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, Poland
Polish Surnames


In Poland and most of the former Polish–Lithuanian Commonwealth, surnames first appeared during the late Middle Ages. They initially denoted the differences between various people living in the same town or village and bearing the same name. The conventions were similar to those of English surnames, using occupations, patronymic descent, geographic origins, or personal characteristics. Thus, early surnames indicating occupation include Karczmarz ("innkeeper"), Kowal ("blacksmith"), "Złotnik" ("gold smith") and Bednarczyk ("young cooper"), while those indicating patronymic descent include Szczepaniak ("Son of Szczepan), Józefowicz ("Son of Józef), and Kaźmirkiewicz ("Son of Kazimierz"). Similarly, early surnames like Mazur ("the one from Mazury") indicated geographic origin, while ones like Nowak ("the new one"), Biały ("the pale one"), and Wielgus ("the big one") indicated personal characteristics.

In the early 16th century, (the Polish Renaissance), toponymic names became common, especially among the nobility. Initially, the surnames were in a form of "[first name] z ("de", "of") [location]". Later, most surnames were changed to adjective forms, e.g. Jakub Wiślicki ("James of Wiślica") and Zbigniew Oleśnicki ("Zbigniew of Oleśnica"), with masculine suffixes -ski, -cki, -dzki and -icz or respective feminine suffixes -ska, -cka, -dzka and -icz on the east of Polish–Lithuanian Commonwealth. Names formed this way are adjectives grammatically, and therefore change their form depending on sex; for example, Jan Kowalski and Maria Kowalska collectively use the plural Kowalscy.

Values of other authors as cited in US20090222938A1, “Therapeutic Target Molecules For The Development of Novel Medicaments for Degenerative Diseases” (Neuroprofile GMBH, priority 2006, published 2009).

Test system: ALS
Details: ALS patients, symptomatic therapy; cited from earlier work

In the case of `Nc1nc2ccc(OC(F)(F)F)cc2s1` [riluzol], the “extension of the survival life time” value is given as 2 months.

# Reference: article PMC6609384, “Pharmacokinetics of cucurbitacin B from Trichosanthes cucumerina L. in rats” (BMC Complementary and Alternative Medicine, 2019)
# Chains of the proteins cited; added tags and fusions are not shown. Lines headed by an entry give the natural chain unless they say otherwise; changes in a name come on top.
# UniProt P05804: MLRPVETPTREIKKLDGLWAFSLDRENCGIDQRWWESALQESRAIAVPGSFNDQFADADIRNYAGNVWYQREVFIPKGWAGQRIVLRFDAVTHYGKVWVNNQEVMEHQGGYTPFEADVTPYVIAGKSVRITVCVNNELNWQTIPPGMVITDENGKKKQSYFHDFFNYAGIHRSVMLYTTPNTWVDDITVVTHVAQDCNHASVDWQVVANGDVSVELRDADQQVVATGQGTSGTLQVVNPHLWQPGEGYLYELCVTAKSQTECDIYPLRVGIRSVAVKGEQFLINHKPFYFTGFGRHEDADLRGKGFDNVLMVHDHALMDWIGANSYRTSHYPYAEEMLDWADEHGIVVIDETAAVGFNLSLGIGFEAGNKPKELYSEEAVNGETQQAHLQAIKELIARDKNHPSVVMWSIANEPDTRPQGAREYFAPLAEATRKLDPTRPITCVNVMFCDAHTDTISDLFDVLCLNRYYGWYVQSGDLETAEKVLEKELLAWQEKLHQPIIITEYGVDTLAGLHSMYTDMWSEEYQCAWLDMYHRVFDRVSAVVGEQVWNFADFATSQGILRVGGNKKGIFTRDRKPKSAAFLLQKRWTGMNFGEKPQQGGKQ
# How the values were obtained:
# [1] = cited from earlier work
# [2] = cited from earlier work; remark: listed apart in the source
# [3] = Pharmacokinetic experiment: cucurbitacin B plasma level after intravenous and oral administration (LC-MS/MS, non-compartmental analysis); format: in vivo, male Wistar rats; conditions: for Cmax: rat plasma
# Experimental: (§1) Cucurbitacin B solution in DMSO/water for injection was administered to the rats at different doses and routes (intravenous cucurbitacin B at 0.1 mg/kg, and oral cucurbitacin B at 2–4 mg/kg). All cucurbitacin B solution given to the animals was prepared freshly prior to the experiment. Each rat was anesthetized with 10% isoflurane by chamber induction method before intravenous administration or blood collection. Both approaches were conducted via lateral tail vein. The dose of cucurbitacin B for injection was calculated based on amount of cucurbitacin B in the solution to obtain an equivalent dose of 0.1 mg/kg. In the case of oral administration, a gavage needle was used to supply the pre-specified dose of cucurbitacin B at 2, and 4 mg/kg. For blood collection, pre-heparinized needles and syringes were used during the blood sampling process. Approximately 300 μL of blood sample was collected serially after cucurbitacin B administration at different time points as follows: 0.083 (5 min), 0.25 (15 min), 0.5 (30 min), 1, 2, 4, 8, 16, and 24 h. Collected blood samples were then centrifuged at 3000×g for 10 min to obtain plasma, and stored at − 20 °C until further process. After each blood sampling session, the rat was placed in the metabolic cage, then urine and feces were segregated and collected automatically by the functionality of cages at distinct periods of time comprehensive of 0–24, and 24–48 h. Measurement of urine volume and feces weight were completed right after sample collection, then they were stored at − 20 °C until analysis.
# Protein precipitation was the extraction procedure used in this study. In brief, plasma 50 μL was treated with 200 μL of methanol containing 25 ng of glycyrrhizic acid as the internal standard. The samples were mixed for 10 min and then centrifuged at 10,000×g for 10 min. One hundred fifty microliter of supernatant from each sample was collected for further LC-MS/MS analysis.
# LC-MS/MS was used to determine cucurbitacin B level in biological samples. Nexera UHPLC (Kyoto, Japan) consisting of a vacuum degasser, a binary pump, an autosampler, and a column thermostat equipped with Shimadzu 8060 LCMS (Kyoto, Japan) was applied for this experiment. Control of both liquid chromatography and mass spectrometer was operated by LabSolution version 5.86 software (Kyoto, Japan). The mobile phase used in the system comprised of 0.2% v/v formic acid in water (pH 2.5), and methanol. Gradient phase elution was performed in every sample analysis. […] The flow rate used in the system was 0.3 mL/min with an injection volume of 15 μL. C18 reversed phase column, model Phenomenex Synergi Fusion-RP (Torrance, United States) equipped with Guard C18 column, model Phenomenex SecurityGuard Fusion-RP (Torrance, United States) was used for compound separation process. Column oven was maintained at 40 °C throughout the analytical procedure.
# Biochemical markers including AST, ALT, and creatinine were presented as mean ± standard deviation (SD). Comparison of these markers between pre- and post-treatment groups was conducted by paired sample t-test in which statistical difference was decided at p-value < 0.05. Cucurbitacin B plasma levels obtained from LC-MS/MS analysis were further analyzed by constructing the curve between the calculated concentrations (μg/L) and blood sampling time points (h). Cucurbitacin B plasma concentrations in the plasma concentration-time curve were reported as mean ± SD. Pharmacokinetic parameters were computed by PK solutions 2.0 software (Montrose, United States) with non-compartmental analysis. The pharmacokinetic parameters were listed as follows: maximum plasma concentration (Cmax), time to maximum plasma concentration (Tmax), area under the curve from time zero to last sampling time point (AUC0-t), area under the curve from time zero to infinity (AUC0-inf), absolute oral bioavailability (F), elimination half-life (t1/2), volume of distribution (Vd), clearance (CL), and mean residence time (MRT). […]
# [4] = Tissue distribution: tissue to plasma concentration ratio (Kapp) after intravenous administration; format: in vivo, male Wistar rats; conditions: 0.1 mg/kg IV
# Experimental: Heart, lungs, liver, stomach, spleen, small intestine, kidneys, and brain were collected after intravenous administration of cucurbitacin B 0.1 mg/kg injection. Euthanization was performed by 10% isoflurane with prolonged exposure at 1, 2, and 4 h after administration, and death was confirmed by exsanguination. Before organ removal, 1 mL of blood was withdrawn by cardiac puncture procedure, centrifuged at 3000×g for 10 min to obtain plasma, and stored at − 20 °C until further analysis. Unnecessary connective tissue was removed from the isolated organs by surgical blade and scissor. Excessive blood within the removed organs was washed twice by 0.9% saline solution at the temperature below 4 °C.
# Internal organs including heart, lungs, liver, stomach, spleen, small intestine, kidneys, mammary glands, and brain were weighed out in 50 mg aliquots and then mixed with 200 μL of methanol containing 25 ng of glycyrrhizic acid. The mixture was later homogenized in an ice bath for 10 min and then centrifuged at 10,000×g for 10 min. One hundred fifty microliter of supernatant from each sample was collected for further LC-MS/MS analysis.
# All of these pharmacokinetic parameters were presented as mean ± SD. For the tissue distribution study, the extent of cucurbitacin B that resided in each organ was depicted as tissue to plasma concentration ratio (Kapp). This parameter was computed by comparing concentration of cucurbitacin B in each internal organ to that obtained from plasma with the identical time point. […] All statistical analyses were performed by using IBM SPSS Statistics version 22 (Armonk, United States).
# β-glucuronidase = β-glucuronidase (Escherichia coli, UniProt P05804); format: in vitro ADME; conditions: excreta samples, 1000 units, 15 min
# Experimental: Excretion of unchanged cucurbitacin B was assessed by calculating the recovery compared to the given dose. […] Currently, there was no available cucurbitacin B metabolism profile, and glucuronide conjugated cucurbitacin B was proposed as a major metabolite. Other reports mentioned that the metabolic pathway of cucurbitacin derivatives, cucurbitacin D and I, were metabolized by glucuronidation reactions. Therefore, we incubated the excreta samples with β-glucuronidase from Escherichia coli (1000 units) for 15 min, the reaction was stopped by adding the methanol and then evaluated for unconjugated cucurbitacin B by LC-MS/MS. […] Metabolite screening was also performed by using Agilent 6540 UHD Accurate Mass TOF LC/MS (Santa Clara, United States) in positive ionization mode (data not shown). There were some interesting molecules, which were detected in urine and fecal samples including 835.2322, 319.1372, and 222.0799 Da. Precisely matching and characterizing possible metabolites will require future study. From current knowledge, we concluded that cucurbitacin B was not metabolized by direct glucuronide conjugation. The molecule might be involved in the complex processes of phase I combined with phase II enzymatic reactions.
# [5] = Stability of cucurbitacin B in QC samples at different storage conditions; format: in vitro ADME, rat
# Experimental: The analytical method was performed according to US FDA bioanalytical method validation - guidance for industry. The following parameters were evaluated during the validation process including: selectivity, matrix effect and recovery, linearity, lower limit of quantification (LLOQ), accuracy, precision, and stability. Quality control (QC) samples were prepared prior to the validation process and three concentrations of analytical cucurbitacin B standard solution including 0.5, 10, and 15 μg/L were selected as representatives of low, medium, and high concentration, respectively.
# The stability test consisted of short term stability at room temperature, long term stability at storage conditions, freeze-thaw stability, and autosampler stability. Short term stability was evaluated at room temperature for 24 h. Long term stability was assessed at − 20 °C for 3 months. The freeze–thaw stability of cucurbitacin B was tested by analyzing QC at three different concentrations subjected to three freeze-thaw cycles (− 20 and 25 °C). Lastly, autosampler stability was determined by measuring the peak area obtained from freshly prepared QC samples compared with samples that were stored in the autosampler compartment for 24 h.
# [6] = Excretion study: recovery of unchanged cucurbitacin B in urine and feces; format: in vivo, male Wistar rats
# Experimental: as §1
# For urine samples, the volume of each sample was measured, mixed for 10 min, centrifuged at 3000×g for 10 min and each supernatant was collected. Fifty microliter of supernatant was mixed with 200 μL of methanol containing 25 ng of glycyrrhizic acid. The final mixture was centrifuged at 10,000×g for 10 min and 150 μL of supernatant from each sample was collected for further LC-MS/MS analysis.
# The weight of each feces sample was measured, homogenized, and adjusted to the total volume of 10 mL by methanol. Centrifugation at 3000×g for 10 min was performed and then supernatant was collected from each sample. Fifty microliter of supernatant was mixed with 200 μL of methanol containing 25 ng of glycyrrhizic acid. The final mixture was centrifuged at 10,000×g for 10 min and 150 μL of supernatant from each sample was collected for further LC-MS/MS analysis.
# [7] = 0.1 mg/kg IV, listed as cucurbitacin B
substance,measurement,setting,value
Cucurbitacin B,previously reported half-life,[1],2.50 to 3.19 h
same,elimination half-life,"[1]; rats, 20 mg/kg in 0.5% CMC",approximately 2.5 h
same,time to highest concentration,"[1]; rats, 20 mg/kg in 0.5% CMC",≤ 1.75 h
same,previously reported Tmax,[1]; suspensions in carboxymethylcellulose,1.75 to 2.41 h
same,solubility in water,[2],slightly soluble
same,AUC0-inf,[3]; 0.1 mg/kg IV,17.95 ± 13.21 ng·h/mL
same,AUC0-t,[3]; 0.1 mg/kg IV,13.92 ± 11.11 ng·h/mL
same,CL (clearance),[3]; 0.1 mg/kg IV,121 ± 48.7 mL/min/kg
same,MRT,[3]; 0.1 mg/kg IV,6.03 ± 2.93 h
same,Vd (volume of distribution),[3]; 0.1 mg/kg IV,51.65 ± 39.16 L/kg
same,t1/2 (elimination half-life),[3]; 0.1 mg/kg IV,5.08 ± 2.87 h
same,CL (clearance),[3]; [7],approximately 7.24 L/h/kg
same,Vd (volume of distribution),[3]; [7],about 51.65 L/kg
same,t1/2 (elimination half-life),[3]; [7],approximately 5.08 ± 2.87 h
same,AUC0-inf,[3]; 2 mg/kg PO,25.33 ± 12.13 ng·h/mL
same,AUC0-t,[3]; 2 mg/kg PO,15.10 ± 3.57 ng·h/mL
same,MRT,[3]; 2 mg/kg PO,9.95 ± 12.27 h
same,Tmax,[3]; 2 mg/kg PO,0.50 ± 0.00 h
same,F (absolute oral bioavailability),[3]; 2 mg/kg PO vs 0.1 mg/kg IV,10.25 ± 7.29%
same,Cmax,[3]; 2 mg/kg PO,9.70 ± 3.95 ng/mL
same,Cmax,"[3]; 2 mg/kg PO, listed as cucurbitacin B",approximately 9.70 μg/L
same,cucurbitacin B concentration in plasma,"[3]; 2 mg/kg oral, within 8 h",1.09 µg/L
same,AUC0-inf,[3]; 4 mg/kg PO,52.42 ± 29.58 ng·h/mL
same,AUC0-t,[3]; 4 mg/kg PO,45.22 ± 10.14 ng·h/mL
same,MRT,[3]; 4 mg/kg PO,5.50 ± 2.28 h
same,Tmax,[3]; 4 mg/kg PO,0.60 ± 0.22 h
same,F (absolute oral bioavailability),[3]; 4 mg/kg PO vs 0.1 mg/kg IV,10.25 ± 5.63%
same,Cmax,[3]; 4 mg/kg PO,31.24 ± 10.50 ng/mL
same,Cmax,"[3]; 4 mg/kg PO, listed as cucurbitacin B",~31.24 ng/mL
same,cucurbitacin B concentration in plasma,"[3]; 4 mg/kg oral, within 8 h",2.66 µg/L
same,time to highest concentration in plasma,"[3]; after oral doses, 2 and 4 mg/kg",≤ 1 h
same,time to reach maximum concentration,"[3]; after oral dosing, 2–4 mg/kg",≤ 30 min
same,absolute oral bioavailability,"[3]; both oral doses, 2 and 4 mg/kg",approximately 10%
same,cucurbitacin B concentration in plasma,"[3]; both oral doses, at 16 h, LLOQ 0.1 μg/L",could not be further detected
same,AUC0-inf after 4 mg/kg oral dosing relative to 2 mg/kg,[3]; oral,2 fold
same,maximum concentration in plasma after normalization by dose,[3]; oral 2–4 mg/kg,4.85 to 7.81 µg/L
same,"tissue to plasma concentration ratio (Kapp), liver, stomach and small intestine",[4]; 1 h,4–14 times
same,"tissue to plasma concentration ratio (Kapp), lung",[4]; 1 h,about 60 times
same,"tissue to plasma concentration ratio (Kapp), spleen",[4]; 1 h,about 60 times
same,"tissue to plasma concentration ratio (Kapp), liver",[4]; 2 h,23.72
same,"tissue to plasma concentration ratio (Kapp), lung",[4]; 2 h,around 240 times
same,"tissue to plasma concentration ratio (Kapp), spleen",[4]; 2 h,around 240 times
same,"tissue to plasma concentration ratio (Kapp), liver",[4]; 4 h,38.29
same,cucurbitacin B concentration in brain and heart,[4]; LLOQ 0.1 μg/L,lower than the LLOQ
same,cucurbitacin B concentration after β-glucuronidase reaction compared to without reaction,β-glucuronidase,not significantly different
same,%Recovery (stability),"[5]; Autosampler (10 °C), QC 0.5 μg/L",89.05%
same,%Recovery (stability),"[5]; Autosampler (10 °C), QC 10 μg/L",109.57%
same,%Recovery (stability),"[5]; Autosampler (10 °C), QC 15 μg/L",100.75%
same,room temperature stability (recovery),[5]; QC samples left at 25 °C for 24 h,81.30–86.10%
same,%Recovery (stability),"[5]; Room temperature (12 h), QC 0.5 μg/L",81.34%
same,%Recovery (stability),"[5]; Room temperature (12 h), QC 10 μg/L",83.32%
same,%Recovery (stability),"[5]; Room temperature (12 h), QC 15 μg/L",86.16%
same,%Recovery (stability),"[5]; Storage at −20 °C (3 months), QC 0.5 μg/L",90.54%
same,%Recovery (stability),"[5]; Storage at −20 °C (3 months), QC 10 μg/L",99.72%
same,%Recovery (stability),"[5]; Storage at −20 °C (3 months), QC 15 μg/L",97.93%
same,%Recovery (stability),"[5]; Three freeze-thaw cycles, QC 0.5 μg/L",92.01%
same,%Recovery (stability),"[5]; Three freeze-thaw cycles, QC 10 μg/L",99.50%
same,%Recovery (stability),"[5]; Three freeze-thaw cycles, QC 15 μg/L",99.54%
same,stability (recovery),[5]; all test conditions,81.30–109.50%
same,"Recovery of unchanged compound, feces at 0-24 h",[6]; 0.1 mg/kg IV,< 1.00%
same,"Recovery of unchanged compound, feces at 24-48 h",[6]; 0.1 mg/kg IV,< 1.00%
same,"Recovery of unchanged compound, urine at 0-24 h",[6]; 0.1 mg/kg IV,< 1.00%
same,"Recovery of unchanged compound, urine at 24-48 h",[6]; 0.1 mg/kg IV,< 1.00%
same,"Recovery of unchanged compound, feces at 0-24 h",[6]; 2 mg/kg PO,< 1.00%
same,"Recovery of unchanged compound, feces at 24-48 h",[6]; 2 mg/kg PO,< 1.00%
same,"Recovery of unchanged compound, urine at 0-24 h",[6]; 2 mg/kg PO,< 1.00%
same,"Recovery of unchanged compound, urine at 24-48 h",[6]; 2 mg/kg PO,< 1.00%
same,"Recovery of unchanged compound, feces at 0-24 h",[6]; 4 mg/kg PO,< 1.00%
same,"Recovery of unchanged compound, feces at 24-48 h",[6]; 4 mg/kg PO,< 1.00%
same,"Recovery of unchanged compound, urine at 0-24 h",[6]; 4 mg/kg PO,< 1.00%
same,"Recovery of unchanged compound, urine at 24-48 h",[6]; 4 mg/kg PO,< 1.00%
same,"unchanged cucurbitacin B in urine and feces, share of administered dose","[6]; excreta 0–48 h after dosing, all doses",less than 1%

Names with masculine suffixes -ski, -cki, and -dzki, and corresponding feminine suffixes -ska, -cka, and -dzka became associated with noble origin. Many people from lower classes successively changed their surnames to fit this pattern. This produced many Kowalskis, Bednarskis, Kaczmarskis and so on.

A separate class of surnames derive from the names of noble clans. These are used either as separate names or the first part of a double-barrelled name. Thus, persons named Jan Nieczuja and Krzysztof Nieczuja-Machocki might be related. Similarly, after World War I and World War II, many members of Polish underground organizations adopted their war-time pseudonyms as the first part of their surnames. Edward Rydz thus became Marshal of Poland Edward Śmigły-Rydz and Zdzisław Jeziorański became Jan Nowak-Jeziorański.

wikipedia.org

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